Walking Working Surfaces Standard Update: Fixed Ladder Use

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Article originally published Nov. 20, 2017, and updated for accuracy and relevance.

While most elements of ladder safety might seem like common sense, OSHA requires that employers take additional measures to ensure that their workers’ safety isn’t compromised. Of several topics covered in the most recent Walking Working Surfaces standard, updates detailing fixed ladder use within general industry settings were a key focus.

Here are changes made to the ladder safety specifics of OSHA’s Walking Working Surfaces standard in 2017. Learn what’s needed for fixed ladder compliance and the deadline for doing so.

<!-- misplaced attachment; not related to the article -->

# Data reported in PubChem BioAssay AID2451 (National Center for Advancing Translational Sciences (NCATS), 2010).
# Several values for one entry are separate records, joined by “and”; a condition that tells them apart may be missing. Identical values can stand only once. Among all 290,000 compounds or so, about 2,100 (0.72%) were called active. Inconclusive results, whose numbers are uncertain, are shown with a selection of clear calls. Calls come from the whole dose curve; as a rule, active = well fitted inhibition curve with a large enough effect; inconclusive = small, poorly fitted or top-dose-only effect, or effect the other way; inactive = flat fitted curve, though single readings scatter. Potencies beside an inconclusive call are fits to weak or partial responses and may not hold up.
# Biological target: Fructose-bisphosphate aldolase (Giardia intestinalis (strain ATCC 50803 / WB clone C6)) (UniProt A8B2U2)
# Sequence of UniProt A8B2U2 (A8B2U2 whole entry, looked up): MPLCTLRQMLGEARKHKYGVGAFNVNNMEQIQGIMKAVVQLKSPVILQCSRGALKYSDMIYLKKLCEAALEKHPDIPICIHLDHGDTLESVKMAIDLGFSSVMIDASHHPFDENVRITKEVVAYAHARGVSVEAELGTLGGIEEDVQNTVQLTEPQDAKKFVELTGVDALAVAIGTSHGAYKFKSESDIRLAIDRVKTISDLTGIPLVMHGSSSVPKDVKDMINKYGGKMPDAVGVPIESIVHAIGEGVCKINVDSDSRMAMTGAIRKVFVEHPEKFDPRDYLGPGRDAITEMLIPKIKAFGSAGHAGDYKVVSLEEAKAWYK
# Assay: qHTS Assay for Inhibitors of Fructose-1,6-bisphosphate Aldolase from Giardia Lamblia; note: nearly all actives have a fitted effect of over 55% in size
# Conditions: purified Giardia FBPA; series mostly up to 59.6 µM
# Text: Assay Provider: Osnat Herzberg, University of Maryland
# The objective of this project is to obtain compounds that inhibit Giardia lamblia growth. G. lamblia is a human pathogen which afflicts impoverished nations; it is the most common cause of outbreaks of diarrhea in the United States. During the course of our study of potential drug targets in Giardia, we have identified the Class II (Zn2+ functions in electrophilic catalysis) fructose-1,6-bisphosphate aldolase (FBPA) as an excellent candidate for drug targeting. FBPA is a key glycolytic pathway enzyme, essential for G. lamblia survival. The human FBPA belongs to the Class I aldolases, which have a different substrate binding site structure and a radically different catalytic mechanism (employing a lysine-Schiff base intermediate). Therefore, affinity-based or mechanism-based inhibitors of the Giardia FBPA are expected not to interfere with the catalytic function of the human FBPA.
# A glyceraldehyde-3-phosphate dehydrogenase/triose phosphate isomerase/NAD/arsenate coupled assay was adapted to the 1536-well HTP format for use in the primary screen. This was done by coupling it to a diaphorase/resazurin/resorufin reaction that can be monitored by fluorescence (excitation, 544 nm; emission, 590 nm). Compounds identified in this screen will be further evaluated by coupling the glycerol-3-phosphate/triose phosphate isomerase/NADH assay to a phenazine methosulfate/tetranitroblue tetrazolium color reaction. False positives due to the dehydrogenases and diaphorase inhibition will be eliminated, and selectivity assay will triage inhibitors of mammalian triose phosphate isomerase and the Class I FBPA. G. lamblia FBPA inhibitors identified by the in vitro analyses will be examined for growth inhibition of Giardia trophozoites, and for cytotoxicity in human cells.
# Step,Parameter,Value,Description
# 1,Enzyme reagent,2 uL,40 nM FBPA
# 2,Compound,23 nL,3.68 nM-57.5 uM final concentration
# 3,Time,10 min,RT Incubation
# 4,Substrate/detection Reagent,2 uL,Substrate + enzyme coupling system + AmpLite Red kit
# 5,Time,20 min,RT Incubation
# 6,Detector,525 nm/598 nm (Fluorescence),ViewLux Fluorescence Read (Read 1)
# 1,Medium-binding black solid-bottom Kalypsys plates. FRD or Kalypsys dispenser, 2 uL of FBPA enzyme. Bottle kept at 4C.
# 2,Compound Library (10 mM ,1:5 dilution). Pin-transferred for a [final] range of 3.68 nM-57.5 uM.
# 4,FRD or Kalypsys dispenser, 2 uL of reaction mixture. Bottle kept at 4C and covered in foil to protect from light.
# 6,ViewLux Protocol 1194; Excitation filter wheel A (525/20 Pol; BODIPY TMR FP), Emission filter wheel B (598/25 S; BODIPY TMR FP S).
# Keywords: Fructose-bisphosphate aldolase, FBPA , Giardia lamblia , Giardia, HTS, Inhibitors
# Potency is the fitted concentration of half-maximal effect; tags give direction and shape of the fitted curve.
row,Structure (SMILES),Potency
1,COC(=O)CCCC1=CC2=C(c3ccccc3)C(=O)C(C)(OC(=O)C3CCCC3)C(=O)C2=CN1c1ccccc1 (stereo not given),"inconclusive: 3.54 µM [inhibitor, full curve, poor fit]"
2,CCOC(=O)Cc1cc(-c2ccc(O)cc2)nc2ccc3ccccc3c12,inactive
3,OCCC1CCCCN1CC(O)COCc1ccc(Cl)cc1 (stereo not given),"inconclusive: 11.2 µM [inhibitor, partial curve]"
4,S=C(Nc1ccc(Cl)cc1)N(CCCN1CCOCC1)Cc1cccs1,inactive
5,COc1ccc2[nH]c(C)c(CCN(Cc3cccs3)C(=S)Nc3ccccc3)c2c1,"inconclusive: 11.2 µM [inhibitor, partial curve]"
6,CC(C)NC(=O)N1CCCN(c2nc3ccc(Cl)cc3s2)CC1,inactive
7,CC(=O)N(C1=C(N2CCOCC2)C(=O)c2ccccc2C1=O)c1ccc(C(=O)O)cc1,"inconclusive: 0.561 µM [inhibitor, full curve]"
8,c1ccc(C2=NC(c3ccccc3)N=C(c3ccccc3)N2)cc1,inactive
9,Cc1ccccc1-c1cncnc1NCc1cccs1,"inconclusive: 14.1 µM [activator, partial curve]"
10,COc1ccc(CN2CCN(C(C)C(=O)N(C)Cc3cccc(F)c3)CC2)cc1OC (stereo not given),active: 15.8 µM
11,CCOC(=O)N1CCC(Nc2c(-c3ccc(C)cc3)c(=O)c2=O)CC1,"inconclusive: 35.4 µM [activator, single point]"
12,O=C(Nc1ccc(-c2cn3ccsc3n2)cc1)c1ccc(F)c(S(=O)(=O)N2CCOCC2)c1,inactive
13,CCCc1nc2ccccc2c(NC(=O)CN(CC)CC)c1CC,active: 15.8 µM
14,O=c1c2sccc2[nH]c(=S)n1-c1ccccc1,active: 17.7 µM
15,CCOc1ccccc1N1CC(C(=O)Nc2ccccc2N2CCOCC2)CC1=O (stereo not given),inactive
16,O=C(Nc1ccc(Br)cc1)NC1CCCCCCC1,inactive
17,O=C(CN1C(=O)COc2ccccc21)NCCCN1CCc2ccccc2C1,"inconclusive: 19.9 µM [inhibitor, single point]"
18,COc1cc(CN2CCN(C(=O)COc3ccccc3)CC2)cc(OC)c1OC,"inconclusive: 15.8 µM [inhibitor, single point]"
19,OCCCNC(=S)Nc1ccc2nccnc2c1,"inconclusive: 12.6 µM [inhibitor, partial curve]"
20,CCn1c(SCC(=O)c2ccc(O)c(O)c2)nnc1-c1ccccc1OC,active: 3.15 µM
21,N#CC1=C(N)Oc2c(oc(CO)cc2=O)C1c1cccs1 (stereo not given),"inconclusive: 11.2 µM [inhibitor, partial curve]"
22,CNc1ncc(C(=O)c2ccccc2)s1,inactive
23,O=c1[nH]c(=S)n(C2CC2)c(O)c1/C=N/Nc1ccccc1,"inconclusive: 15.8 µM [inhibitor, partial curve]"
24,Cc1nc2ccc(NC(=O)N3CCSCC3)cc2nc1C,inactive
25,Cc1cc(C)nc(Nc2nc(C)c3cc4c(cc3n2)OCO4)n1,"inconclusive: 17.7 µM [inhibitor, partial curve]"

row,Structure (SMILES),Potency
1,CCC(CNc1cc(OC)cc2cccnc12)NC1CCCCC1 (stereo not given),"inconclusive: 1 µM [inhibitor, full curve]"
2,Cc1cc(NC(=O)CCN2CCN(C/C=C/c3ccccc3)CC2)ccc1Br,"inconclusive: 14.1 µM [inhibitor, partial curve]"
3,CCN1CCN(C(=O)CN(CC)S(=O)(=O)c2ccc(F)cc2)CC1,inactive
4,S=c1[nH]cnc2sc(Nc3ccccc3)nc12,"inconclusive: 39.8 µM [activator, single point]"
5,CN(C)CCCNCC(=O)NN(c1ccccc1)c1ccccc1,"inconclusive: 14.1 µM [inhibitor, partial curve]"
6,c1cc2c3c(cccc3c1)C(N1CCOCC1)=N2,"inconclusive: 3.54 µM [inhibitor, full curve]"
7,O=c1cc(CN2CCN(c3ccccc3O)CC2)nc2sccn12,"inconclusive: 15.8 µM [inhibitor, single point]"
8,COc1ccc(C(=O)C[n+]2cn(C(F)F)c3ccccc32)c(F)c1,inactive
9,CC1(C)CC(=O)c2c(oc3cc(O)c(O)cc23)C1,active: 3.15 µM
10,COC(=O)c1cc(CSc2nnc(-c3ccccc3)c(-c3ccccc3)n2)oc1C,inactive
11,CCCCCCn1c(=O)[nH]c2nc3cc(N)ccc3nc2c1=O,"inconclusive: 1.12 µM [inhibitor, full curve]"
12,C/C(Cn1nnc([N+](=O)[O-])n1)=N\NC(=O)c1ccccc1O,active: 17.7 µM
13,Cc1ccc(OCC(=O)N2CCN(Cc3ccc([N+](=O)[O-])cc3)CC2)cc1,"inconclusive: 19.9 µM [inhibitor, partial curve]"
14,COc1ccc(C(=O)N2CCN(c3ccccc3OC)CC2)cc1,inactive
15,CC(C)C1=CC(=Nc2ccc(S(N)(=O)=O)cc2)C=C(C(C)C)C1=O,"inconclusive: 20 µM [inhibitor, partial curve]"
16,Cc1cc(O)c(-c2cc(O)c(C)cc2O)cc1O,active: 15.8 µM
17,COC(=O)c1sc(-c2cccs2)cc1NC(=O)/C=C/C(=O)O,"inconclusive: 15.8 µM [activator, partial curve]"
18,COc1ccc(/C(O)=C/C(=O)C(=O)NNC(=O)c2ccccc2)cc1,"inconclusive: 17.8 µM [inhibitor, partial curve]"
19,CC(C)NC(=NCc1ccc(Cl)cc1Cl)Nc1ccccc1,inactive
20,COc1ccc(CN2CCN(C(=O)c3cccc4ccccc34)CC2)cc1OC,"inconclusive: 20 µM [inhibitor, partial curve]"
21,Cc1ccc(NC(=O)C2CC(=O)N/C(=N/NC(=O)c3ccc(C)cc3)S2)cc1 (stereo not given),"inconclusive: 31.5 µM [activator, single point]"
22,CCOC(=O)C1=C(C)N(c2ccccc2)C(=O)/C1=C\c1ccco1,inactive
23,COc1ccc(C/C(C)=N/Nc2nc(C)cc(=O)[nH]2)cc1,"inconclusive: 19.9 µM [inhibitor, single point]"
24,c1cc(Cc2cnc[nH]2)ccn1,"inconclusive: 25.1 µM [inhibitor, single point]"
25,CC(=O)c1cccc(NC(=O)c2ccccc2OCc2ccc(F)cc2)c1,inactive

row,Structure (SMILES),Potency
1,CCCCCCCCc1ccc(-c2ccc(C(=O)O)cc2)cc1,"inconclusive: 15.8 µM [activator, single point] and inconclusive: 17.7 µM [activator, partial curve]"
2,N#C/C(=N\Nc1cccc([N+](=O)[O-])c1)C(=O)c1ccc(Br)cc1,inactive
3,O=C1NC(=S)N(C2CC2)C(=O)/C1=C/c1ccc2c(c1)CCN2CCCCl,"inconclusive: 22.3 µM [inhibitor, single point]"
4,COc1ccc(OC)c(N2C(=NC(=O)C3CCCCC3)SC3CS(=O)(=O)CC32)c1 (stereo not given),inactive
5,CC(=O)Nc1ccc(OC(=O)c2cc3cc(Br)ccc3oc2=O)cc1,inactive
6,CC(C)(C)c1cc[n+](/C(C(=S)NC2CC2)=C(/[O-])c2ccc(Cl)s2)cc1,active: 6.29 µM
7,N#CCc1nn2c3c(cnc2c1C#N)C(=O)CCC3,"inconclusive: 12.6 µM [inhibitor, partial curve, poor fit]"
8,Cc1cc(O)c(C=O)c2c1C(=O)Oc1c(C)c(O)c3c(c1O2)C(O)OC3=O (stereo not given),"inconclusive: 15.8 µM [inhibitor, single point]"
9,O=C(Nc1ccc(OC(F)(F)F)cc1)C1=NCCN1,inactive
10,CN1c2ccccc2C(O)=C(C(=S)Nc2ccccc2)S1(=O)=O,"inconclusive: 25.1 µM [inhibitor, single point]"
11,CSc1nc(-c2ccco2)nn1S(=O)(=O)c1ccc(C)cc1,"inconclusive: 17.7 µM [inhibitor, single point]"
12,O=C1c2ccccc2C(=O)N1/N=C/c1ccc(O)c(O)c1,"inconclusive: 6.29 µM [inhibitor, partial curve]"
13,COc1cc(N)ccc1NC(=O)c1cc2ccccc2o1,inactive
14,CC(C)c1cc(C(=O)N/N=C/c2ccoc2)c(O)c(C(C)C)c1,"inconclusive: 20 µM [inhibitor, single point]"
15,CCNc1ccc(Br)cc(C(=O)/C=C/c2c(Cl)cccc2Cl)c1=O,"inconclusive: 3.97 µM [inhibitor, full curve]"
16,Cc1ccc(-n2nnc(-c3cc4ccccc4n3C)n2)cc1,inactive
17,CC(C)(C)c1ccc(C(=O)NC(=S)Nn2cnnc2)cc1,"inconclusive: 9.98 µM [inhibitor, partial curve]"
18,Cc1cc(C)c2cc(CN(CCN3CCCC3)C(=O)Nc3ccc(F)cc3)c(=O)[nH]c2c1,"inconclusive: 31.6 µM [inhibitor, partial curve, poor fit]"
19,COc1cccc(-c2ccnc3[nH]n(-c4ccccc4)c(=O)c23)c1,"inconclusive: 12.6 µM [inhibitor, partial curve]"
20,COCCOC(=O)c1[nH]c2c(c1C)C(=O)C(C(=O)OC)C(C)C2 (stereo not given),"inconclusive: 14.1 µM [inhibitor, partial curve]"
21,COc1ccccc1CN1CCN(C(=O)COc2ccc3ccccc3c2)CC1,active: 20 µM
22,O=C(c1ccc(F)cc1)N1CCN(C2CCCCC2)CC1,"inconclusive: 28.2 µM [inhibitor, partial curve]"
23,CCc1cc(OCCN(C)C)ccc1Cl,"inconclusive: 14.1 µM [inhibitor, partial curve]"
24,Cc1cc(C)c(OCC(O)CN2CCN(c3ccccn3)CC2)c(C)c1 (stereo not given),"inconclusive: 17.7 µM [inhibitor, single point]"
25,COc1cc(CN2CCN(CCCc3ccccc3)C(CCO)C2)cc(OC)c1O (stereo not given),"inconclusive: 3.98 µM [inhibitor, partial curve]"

How OSHA’s Standard Update Impacts Fixed Ladders

The standard defines a fixed ladder as any ladder over 24 feet, with rails or individual rungs, that is permanently attached to a structure, building or equipment. An individual-rung ladder is one example of a fixed ladder. Ship stairs, step bolts and manhole steps are exceptions to that classification.

The existing OSHA rule requires that employers have cages/wells installed on all fixed ladders, but allows up to two years for fixtures to be brought to standard. The old standard required fixed ladders greater than 20 feet above the lower level to have a cage or well, but the update has expanded that requirement to ladders greater than 24 feet. This brings the standard for general industry in-line with OSHA’s current standards for construction ladders.

Challenges with Existing Cage Systems